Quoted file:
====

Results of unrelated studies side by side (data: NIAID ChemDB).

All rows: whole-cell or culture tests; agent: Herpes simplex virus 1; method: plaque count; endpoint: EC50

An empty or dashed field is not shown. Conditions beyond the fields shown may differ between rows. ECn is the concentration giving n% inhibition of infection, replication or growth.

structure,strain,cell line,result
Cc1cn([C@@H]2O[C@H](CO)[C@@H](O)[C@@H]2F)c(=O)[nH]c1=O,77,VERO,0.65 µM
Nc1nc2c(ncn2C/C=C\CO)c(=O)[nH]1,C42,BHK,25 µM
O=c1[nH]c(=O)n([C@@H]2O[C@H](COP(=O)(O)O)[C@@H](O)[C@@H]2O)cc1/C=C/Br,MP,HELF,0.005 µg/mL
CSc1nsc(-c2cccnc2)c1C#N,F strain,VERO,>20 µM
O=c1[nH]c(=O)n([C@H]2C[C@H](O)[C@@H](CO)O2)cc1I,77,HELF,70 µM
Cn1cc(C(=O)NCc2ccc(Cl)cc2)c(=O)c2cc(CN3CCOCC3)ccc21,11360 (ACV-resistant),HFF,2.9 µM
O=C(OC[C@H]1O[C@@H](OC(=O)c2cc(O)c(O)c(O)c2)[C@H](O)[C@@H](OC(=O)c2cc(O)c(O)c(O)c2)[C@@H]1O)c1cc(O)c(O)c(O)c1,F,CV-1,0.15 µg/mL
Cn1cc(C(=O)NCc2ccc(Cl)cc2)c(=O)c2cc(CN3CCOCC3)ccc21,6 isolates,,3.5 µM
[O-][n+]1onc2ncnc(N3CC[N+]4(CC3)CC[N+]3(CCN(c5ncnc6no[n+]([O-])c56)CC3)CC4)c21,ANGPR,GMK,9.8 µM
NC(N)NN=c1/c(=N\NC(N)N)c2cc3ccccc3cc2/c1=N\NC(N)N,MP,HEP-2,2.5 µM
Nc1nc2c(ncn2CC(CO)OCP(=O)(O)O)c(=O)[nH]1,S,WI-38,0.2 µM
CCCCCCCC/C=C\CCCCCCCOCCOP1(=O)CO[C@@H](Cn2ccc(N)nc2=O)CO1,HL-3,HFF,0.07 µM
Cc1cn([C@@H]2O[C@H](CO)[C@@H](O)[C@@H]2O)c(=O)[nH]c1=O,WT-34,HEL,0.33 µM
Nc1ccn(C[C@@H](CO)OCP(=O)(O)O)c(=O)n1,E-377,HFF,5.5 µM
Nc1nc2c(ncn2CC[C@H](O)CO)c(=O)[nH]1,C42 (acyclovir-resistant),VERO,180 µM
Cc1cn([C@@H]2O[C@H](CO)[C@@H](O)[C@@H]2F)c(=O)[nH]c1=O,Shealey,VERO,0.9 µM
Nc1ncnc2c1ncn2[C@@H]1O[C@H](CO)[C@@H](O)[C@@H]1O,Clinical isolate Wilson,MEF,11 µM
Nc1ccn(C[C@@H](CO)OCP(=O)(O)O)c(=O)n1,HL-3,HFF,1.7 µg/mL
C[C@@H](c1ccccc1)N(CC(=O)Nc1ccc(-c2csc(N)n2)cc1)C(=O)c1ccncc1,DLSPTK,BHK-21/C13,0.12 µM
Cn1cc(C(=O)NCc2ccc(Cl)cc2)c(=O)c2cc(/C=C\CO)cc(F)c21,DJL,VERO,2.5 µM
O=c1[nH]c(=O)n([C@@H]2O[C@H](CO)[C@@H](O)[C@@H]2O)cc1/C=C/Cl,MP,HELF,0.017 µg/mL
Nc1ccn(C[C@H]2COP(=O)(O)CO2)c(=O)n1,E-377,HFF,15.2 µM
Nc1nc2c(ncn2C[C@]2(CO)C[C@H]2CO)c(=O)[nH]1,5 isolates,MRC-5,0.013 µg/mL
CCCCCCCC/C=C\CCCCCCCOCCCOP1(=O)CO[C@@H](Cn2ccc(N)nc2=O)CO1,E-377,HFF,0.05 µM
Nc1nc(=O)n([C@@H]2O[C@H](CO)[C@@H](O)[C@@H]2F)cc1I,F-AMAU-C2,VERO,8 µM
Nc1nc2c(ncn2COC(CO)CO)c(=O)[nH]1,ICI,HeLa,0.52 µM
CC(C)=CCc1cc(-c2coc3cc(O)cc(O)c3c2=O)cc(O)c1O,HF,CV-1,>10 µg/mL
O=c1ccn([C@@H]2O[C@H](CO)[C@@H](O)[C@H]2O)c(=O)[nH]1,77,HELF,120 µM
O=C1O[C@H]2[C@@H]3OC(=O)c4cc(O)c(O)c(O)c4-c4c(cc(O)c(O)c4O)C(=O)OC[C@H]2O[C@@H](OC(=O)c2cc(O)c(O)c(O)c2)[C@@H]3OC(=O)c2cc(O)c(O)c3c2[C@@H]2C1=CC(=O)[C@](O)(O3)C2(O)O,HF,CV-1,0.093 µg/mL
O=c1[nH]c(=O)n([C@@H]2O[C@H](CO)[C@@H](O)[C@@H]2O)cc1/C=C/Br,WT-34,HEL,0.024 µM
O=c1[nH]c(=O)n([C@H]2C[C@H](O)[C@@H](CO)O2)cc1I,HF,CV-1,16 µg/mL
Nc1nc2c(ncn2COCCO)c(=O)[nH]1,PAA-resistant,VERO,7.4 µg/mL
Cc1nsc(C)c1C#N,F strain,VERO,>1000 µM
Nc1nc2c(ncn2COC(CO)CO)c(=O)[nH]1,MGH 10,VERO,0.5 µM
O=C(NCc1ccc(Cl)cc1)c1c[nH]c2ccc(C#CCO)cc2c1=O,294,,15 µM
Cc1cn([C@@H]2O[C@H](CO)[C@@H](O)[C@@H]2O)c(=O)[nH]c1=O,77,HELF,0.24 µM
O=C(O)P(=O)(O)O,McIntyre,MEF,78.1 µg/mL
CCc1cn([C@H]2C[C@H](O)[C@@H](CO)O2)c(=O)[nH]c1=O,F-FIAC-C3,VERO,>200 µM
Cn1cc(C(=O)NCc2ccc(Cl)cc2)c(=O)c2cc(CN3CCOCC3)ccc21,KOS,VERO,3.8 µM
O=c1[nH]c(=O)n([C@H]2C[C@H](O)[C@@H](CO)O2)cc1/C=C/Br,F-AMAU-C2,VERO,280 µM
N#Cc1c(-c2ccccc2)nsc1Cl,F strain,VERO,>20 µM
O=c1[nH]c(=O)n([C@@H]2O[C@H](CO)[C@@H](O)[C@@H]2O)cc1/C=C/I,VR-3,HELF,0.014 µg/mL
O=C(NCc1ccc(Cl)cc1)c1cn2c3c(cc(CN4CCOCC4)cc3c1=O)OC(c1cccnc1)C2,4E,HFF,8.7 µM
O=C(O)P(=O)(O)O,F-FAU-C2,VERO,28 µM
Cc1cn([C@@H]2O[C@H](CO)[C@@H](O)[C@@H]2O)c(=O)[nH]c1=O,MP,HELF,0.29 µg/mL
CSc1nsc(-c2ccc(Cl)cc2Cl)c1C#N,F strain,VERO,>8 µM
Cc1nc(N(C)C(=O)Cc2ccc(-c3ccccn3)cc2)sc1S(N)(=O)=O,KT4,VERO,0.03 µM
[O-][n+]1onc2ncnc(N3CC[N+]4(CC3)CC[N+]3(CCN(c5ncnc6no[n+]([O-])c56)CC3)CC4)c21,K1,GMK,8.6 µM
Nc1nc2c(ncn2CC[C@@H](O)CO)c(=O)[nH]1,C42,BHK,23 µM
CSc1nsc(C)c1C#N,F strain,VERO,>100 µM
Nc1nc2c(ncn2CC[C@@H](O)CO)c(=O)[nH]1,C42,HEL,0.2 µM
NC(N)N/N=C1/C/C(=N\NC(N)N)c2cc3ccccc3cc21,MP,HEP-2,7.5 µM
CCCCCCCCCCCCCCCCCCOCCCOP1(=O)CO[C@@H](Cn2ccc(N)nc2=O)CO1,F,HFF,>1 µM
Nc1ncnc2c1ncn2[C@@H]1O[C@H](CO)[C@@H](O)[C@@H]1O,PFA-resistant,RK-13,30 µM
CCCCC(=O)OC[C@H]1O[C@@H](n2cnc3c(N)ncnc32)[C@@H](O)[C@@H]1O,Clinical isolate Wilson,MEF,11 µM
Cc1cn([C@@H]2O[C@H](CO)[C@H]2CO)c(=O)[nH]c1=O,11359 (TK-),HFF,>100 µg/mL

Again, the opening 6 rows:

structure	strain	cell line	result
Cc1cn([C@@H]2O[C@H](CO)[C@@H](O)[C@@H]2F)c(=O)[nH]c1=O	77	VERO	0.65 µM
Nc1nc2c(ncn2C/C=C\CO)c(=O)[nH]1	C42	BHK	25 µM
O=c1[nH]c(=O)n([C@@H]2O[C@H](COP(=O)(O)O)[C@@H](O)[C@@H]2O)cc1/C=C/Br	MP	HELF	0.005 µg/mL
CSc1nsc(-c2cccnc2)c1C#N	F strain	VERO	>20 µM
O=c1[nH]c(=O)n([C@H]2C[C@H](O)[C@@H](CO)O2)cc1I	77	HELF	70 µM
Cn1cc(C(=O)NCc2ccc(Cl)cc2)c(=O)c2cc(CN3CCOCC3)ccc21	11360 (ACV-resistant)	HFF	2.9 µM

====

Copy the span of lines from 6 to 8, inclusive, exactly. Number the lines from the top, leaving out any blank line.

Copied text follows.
Nc1nc2c(ncn2C/C=C\CO)c(=O)[nH]1,C42,BHK,25 µM
O=c1[nH]c(=O)n([C@@H]2O[C@H](COP(=O)(O)O)[C@@H](O)[C@@H]2O)cc1/C=C/Br,MP,HELF,0.005 µg/mL
CSc1nsc(-c2cccnc2)c1C#N,F strain,VERO,>20 µM